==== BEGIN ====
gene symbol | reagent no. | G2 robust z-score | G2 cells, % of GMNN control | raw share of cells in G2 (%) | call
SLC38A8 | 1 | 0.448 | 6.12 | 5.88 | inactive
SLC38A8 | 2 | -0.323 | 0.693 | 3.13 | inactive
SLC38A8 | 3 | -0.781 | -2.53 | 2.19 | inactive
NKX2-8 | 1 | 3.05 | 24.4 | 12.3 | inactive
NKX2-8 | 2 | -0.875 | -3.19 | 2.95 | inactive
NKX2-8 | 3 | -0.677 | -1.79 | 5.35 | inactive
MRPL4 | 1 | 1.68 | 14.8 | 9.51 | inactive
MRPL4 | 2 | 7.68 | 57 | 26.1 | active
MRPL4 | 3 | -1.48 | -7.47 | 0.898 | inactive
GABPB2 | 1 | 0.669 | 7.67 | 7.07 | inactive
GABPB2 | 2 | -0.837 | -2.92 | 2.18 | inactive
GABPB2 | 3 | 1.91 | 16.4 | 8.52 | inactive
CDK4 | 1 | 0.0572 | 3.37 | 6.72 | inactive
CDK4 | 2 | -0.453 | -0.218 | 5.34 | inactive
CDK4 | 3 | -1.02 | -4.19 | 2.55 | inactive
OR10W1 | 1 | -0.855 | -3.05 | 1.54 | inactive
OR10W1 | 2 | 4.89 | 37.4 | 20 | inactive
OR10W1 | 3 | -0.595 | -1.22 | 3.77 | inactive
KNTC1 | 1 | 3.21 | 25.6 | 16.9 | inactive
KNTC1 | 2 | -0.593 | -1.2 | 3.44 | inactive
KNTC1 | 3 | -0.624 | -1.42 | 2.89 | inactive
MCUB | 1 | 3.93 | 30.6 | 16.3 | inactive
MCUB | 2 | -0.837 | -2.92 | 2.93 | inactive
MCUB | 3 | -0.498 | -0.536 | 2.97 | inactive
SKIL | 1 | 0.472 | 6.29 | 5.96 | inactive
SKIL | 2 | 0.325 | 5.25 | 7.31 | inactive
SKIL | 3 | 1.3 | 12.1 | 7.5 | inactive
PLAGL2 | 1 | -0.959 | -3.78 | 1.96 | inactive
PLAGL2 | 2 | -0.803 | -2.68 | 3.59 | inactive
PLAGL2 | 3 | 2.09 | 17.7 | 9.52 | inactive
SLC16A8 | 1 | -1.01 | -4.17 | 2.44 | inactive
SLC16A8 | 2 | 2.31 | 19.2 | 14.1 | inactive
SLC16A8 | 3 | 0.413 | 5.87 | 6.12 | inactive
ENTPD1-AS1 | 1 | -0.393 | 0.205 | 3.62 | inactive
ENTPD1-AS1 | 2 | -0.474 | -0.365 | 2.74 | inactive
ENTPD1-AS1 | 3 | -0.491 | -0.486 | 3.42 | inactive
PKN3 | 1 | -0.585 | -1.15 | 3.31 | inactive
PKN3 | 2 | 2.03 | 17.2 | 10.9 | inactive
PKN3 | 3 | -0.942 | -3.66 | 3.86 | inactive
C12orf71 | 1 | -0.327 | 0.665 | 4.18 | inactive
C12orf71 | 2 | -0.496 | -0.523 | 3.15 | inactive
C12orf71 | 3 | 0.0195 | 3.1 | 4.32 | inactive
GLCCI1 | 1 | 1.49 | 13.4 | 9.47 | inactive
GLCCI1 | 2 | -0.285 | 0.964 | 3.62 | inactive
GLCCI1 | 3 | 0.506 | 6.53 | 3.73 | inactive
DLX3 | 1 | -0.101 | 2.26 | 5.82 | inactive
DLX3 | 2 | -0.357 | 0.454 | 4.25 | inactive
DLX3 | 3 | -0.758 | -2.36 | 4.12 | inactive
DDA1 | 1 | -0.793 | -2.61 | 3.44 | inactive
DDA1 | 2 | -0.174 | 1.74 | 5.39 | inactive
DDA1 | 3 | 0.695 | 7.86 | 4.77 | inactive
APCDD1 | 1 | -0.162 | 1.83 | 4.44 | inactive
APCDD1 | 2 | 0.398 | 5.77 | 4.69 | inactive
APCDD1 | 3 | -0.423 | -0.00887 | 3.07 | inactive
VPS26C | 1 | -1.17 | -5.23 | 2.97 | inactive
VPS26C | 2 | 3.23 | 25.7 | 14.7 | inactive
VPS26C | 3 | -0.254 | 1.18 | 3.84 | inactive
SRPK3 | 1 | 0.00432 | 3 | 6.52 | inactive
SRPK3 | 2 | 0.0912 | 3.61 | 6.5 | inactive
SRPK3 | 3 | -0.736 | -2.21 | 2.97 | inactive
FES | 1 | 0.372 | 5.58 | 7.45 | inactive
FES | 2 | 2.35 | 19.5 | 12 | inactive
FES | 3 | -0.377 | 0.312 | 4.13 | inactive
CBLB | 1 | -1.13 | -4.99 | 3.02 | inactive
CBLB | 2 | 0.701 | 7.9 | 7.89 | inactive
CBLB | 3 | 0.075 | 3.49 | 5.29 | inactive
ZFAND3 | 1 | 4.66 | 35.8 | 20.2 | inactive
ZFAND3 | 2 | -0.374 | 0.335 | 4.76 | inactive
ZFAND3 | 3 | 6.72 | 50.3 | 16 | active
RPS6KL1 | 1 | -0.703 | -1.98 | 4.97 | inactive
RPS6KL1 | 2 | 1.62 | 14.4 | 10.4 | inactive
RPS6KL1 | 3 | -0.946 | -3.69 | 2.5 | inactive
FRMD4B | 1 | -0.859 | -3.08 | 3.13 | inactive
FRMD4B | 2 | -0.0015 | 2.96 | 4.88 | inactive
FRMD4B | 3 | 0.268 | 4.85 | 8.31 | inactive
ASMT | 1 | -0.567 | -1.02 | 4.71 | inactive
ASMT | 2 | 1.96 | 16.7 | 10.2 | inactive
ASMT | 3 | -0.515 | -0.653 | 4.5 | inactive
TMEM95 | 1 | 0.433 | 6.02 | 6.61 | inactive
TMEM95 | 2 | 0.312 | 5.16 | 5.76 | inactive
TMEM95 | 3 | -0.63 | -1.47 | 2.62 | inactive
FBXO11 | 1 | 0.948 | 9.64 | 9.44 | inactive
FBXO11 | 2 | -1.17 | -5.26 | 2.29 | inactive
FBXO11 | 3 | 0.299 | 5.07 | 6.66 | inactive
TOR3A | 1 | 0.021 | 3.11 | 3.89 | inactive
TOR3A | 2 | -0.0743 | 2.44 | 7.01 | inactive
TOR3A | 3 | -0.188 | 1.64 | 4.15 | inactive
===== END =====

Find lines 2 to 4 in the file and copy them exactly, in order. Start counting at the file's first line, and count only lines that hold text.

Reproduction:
SLC38A8 | 1 | 0.448 | 6.12 | 5.88 | inactive
SLC38A8 | 2 | -0.323 | 0.693 | 3.13 | inactive
SLC38A8 | 3 | -0.781 | -2.53 | 2.19 | inactive